“The Writing On The Wall” ends with Ward shaving his beard and his hair while Billy Withers’ “Who Is He (And What Is He To You)” plays in the background, setting up Grant going after his brother and suggesting that there’s still a bit of nobility lingering under the surface of the show’s most duplicitous character. Brett Dalton has become considerably sexier since embracing a bad boy persona, so I’m definitely down for some extended shirtlessness, and I love Skye’s casual “Hail Hydra” when she answers Bakshi’s phone. With Ward on the hunt for his brother and S.H.I.E.L.D. searching for a hidden alien city, this series has more forward motion than ever before, and while this episode isn’t the most thrilling installment of the season, it finishes on a note that promises major fireworks in the coming weeks.


Stray observations:

  • This episode features a passing reference to Micro, one of Skye’s tech friends who is also a crime scene junkie. Micro (a.k.a. Microchip) is a notable supporting player in Marvel’s Punisher stories, lending further credence to the rumors that Marvel will be bringing Frank Castle into the MCU sooner than later now that the rights to the character are in Marvel Studios’ hands. Will Punisher appear on Agents Of S.H.I.E.L.D. or will Marvel wait to debut him on one of the upcoming street-level Netflix miniseries?
  • As Coulson carves while listening to an improvisational jazz record at the beginning of this episode, all I can think is that he’s become the MCU version of Homeland’s Carrie Mathison.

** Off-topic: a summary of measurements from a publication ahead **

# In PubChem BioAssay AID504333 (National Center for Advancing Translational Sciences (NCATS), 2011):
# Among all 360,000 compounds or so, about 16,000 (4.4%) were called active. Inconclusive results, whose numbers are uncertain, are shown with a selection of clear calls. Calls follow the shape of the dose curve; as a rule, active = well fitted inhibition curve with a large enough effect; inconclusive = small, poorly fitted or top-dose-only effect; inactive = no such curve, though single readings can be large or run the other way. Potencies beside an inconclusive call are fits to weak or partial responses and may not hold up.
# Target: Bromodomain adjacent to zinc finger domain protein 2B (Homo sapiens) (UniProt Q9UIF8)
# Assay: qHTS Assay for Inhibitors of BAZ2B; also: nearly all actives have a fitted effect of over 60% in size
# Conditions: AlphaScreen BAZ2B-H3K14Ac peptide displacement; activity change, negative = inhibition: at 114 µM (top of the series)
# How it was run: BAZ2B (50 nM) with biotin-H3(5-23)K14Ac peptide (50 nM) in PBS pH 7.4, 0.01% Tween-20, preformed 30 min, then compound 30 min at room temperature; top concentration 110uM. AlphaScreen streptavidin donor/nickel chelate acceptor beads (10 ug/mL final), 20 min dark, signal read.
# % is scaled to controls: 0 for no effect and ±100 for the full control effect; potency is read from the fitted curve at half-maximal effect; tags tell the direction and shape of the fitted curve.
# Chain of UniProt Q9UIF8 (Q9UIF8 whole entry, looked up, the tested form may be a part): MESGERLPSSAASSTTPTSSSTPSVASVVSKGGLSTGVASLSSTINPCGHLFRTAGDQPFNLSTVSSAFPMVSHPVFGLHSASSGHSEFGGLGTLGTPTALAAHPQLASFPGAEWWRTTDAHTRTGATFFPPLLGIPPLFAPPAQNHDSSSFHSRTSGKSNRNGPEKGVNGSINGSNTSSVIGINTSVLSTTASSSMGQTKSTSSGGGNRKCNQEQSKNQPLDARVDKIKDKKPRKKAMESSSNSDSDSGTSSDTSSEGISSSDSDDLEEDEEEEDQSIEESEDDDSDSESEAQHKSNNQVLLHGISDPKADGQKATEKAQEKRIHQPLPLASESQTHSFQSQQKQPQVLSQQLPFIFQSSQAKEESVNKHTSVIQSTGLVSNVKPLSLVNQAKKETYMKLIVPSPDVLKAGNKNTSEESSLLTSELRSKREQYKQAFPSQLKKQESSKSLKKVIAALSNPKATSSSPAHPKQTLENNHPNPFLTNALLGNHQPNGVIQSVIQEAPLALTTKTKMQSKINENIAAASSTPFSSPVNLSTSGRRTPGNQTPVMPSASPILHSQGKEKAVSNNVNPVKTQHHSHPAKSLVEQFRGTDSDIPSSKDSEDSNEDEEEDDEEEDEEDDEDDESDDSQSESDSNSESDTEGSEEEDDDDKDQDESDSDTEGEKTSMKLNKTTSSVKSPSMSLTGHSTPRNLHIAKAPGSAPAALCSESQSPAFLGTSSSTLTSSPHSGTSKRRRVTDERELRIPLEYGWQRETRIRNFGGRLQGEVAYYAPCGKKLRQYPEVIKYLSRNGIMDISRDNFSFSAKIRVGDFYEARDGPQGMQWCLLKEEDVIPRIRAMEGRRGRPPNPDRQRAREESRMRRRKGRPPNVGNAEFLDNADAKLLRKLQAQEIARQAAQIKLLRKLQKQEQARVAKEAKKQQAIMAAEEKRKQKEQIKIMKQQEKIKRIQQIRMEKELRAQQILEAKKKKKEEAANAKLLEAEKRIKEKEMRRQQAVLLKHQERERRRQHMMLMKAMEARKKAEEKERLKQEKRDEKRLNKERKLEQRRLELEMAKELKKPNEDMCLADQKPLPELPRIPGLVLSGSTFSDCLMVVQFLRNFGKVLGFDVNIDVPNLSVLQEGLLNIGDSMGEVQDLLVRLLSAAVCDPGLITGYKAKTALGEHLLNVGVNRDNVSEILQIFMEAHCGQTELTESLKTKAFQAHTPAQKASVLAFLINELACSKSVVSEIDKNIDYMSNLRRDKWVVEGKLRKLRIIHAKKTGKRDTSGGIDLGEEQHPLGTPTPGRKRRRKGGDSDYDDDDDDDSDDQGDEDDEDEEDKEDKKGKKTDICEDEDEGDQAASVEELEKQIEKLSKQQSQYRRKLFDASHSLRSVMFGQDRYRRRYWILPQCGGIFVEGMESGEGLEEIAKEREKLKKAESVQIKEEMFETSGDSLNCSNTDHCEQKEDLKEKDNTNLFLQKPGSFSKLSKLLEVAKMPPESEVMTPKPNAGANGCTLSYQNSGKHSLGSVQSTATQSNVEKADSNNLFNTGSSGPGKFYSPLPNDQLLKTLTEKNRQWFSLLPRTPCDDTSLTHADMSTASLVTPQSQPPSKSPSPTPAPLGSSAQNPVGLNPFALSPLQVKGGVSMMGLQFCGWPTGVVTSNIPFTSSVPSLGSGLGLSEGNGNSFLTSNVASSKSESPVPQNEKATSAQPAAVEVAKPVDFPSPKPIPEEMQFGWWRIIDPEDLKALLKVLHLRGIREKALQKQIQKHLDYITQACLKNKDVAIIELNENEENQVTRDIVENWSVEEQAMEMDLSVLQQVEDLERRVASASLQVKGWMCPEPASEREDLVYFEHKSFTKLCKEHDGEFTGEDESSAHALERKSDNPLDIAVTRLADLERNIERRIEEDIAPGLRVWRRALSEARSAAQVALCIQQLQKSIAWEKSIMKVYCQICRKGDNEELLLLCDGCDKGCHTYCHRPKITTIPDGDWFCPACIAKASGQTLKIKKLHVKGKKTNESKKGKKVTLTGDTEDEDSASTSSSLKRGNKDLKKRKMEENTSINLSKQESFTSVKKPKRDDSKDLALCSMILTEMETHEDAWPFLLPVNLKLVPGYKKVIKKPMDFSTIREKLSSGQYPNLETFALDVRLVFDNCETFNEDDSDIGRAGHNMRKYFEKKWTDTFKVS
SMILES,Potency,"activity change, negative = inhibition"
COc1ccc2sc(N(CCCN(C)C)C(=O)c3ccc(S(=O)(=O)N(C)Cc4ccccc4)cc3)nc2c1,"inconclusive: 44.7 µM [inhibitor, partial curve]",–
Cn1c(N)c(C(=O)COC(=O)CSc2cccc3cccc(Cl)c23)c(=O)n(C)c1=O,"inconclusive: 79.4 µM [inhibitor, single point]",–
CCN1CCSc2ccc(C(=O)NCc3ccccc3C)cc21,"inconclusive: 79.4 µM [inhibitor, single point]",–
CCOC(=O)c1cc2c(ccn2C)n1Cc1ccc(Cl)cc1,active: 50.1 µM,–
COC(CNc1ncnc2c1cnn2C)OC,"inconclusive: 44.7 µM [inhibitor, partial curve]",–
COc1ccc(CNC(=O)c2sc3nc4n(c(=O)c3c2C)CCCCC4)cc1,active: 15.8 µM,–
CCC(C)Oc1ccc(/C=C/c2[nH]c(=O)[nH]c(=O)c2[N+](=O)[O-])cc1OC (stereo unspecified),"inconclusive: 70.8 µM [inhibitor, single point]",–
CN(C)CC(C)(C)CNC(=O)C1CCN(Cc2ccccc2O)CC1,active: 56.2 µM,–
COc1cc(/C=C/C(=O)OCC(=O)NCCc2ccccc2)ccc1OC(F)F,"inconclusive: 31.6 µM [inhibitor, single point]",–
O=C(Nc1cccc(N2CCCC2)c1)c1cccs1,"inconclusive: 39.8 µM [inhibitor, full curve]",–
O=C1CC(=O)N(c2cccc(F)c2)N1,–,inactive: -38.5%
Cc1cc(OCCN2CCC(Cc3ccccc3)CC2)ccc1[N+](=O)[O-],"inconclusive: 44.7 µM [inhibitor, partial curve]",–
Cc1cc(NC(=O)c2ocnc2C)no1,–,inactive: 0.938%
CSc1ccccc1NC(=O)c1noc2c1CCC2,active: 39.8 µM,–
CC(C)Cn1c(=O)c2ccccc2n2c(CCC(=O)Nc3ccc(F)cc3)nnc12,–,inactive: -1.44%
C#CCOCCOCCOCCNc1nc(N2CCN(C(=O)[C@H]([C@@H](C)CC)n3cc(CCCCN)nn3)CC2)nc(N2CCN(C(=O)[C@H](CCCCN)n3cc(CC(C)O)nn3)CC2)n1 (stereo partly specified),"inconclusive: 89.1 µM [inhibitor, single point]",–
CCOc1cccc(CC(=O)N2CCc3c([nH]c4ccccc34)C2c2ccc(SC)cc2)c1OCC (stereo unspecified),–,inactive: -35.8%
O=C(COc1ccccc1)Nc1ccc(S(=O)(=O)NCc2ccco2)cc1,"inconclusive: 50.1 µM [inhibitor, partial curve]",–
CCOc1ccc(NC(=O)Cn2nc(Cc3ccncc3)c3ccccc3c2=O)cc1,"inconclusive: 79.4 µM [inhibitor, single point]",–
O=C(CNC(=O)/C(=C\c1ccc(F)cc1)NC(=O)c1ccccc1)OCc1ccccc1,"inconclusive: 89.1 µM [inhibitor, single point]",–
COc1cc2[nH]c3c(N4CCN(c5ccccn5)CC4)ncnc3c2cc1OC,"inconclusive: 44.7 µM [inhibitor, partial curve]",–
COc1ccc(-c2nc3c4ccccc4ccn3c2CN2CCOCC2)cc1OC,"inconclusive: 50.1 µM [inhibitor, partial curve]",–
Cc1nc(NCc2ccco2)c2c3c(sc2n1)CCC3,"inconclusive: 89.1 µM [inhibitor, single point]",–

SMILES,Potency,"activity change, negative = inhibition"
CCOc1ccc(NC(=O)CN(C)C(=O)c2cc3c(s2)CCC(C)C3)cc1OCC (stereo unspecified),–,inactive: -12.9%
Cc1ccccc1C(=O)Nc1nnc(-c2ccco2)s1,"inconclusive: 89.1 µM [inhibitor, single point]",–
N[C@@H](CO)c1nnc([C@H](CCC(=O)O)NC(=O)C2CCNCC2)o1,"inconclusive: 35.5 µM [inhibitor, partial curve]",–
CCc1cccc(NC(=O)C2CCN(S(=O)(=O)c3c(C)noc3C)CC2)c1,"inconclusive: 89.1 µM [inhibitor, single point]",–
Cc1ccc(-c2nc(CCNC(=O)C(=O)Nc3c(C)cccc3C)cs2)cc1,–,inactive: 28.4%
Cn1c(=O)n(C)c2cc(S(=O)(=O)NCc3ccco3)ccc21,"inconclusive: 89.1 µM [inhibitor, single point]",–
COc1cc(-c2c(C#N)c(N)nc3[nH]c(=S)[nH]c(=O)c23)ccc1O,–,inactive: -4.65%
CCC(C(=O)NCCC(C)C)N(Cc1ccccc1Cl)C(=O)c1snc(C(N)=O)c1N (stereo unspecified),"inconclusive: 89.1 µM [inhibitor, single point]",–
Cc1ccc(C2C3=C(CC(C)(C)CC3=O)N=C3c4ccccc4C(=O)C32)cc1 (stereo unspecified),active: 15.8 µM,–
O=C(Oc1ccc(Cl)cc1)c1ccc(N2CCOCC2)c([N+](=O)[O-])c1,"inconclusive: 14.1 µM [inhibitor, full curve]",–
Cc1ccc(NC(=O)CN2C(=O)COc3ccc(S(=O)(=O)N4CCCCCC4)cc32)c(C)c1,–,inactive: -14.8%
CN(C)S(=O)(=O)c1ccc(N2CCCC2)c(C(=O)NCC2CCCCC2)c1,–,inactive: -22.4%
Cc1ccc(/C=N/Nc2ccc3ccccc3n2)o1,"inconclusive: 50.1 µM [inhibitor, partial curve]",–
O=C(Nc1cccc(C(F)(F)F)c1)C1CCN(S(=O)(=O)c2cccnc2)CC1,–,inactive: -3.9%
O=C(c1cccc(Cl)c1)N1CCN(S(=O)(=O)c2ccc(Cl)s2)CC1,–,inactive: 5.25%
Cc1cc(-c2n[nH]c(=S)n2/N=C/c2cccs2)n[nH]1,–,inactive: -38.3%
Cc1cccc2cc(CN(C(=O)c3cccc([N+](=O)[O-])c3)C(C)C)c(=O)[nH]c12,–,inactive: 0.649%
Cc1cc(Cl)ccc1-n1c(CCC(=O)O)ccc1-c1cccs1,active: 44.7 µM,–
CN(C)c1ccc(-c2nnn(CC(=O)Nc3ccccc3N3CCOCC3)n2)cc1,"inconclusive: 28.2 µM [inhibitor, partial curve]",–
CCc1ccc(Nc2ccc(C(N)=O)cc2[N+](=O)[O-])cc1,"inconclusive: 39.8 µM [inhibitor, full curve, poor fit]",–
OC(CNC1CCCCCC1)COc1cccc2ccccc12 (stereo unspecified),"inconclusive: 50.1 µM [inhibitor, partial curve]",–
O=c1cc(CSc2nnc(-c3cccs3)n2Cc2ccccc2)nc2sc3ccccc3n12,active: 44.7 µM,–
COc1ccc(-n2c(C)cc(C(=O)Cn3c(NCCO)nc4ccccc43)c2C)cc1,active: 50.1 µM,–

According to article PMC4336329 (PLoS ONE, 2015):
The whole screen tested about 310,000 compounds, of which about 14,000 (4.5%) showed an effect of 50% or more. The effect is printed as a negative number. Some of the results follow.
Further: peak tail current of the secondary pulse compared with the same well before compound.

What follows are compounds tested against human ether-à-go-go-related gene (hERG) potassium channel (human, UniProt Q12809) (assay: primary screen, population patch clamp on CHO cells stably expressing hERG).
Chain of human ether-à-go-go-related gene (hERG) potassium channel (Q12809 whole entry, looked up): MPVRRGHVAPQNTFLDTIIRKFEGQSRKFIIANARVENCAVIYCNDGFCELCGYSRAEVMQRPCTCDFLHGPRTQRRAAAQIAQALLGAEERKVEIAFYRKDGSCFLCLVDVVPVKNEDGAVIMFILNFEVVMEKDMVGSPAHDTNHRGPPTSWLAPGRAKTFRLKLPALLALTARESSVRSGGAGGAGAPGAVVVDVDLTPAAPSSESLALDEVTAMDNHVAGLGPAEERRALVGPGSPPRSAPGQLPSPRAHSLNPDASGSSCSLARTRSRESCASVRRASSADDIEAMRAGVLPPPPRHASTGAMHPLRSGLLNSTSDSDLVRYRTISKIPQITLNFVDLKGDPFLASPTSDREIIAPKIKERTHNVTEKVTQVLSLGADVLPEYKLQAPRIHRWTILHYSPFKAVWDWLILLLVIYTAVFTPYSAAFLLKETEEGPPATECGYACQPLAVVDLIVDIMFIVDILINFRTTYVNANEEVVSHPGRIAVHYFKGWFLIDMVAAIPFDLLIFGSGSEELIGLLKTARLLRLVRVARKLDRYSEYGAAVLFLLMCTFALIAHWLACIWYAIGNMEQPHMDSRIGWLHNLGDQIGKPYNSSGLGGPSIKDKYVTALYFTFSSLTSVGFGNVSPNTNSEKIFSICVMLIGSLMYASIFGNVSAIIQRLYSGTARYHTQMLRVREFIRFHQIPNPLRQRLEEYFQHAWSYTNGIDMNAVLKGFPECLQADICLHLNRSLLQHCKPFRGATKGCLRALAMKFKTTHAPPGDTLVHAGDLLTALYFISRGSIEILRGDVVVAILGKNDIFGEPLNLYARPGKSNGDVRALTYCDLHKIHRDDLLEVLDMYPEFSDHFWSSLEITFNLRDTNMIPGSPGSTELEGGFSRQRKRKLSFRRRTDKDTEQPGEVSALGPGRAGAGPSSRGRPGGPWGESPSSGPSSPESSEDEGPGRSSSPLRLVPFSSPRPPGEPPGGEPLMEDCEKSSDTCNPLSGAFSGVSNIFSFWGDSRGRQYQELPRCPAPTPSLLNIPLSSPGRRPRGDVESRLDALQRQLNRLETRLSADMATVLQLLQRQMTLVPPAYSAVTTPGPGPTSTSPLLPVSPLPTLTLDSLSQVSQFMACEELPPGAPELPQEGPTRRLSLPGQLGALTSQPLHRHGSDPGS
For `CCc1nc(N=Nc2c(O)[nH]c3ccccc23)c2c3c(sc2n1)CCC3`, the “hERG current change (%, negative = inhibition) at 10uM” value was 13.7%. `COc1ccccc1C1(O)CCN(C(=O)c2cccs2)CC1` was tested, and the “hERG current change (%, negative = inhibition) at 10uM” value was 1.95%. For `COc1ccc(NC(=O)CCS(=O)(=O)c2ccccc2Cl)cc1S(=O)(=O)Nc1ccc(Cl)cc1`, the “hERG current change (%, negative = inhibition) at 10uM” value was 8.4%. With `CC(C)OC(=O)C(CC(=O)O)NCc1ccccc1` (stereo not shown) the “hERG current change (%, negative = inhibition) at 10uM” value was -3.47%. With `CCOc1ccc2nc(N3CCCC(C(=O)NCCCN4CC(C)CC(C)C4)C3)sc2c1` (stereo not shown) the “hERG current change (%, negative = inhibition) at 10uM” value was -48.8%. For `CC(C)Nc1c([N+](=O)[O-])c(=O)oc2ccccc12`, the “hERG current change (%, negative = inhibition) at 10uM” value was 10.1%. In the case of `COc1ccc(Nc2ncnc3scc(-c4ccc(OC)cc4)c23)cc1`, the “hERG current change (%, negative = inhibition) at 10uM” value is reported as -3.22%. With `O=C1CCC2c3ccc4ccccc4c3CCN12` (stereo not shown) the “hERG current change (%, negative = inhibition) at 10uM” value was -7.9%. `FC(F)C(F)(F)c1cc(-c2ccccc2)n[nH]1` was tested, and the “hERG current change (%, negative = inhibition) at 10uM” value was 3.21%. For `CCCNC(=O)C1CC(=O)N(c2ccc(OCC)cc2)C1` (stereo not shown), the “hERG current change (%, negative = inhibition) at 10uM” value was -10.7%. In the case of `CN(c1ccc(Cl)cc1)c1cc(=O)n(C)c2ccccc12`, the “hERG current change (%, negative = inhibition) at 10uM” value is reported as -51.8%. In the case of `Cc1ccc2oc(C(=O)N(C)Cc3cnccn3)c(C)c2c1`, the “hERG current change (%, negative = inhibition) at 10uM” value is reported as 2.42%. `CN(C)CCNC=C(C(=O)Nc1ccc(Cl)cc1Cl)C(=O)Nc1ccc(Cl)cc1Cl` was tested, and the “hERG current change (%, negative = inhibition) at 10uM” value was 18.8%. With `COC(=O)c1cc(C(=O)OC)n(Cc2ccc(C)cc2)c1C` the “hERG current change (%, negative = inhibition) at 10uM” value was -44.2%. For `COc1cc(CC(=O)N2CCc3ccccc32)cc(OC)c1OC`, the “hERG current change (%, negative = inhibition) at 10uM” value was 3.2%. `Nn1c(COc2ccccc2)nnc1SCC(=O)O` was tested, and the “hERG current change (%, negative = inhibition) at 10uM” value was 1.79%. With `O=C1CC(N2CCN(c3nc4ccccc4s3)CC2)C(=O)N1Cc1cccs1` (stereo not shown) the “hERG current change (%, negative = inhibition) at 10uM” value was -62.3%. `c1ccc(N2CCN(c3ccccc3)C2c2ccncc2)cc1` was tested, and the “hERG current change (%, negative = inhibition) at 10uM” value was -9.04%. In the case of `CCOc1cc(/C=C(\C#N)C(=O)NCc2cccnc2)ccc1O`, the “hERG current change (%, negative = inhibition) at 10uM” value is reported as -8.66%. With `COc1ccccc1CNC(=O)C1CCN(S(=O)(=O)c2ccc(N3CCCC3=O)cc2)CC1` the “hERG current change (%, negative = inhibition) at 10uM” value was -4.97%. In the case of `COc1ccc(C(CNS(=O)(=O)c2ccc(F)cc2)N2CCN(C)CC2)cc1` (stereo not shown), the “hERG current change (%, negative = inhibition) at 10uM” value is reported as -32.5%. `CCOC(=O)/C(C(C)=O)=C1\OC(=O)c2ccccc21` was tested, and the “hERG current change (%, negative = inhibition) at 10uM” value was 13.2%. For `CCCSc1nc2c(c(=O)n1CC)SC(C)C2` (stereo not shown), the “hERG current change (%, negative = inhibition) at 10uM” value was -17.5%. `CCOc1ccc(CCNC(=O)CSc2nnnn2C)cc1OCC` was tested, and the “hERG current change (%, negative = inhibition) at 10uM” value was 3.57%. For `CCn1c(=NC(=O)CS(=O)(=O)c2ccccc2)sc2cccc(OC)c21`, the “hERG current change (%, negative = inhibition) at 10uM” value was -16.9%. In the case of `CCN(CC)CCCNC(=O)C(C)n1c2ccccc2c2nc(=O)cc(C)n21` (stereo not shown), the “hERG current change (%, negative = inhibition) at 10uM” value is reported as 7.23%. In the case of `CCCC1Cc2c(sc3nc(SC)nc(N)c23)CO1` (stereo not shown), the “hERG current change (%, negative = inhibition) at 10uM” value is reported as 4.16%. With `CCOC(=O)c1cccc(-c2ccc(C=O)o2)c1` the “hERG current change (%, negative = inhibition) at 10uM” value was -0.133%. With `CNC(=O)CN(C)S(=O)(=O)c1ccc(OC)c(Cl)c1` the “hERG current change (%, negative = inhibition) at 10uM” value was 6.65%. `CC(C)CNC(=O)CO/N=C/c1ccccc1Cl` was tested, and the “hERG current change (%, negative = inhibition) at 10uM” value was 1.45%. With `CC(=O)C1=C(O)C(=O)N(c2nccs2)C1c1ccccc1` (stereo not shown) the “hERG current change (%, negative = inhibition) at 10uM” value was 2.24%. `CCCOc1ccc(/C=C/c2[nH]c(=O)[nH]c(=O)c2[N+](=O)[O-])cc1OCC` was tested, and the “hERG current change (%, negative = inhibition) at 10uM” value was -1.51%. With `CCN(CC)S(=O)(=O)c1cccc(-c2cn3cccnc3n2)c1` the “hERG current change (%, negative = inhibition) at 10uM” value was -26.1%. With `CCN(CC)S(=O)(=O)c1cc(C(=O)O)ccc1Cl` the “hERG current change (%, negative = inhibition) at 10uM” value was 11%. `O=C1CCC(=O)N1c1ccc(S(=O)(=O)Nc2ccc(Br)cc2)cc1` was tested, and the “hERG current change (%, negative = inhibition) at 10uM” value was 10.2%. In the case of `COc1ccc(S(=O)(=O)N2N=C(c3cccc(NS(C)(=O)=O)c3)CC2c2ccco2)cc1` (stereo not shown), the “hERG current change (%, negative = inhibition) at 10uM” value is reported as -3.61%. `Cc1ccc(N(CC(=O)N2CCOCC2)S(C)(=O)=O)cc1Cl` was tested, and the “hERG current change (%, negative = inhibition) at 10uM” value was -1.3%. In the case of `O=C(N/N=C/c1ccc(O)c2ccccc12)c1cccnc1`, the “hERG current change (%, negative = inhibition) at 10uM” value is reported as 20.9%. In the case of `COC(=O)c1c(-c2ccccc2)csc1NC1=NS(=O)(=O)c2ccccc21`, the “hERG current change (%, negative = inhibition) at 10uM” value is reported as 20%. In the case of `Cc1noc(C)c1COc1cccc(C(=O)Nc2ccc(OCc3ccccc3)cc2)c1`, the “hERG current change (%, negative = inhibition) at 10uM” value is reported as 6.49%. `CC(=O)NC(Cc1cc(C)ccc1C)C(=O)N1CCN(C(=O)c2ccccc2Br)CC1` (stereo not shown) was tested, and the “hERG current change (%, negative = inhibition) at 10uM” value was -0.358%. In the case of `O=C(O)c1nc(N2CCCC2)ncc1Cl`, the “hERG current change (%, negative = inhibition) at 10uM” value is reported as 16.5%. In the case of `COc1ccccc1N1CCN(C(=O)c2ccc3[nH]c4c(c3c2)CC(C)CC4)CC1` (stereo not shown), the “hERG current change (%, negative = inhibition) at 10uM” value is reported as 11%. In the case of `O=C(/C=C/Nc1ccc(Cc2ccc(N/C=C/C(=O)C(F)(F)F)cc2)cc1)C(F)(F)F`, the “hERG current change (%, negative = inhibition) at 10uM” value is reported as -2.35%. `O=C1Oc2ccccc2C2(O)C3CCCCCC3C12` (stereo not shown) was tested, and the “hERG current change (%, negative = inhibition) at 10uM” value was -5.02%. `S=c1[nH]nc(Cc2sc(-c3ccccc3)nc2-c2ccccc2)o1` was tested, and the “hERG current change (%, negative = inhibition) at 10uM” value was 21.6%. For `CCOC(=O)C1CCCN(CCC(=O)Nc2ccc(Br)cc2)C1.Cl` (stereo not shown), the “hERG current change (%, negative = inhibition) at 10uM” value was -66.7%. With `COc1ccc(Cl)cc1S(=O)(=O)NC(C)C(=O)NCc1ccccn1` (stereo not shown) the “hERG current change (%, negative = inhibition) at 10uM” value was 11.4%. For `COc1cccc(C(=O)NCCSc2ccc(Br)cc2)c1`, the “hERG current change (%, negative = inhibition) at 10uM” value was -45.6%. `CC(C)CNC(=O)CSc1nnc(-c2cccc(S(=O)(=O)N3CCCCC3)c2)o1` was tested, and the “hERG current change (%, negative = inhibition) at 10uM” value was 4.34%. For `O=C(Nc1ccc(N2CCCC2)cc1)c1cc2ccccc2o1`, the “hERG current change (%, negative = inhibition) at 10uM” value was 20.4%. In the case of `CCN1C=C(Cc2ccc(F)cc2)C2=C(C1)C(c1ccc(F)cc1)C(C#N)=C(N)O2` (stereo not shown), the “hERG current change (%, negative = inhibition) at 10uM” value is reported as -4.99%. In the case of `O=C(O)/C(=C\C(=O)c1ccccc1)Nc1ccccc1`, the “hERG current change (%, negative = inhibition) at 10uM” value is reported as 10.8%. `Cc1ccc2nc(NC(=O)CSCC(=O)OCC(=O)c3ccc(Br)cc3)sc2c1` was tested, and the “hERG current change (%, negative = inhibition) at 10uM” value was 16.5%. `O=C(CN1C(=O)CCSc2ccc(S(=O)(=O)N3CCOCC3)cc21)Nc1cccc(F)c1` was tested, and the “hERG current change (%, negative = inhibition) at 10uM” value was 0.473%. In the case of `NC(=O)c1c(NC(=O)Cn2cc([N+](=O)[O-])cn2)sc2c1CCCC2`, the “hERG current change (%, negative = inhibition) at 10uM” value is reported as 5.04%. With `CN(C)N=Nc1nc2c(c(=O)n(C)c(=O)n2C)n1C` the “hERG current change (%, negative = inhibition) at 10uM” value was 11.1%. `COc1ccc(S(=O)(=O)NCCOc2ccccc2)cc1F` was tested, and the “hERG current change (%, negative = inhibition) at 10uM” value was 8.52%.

• There’s not much in the way of Fitz developments this week, although we do get the planting of the first seeds of hope that he’ll experience a full mental recovery when he tells Mack about how each person has a mental “back-up” that they can access to repair damage done to the brain. The science sounds iffy, but this is a fantasy show in a superhero world so I don’t really care about the science.
  • Steps toward the Inhumans means steps toward a live-action Lockjaw and Kamala Khan, which makes me very, very excited.
  • Want to see Brett Dalton cuddle with a puppy and be generally adorable? Check out this video from People magazine.
  • “May gave out specific instructions: you go on a date with a crazy wall. I get to chaperone.”
  • “You two don’t have a single thing in common unless you have some Enya albums you’ve been hiding.”
  • Skye: “In the history of bad ideas, this is light years ahead of everything.” Coulson: “No. Trying to bring dead agents back to life using alien blood blows everything else away.”
  • Hunter: “Subtlety is key.” Bobbi: “You were dressed like a cowboy.” Man, I am really starting to enjoy the Bobbi/Hunter dynamic. I would like to spend more time with them.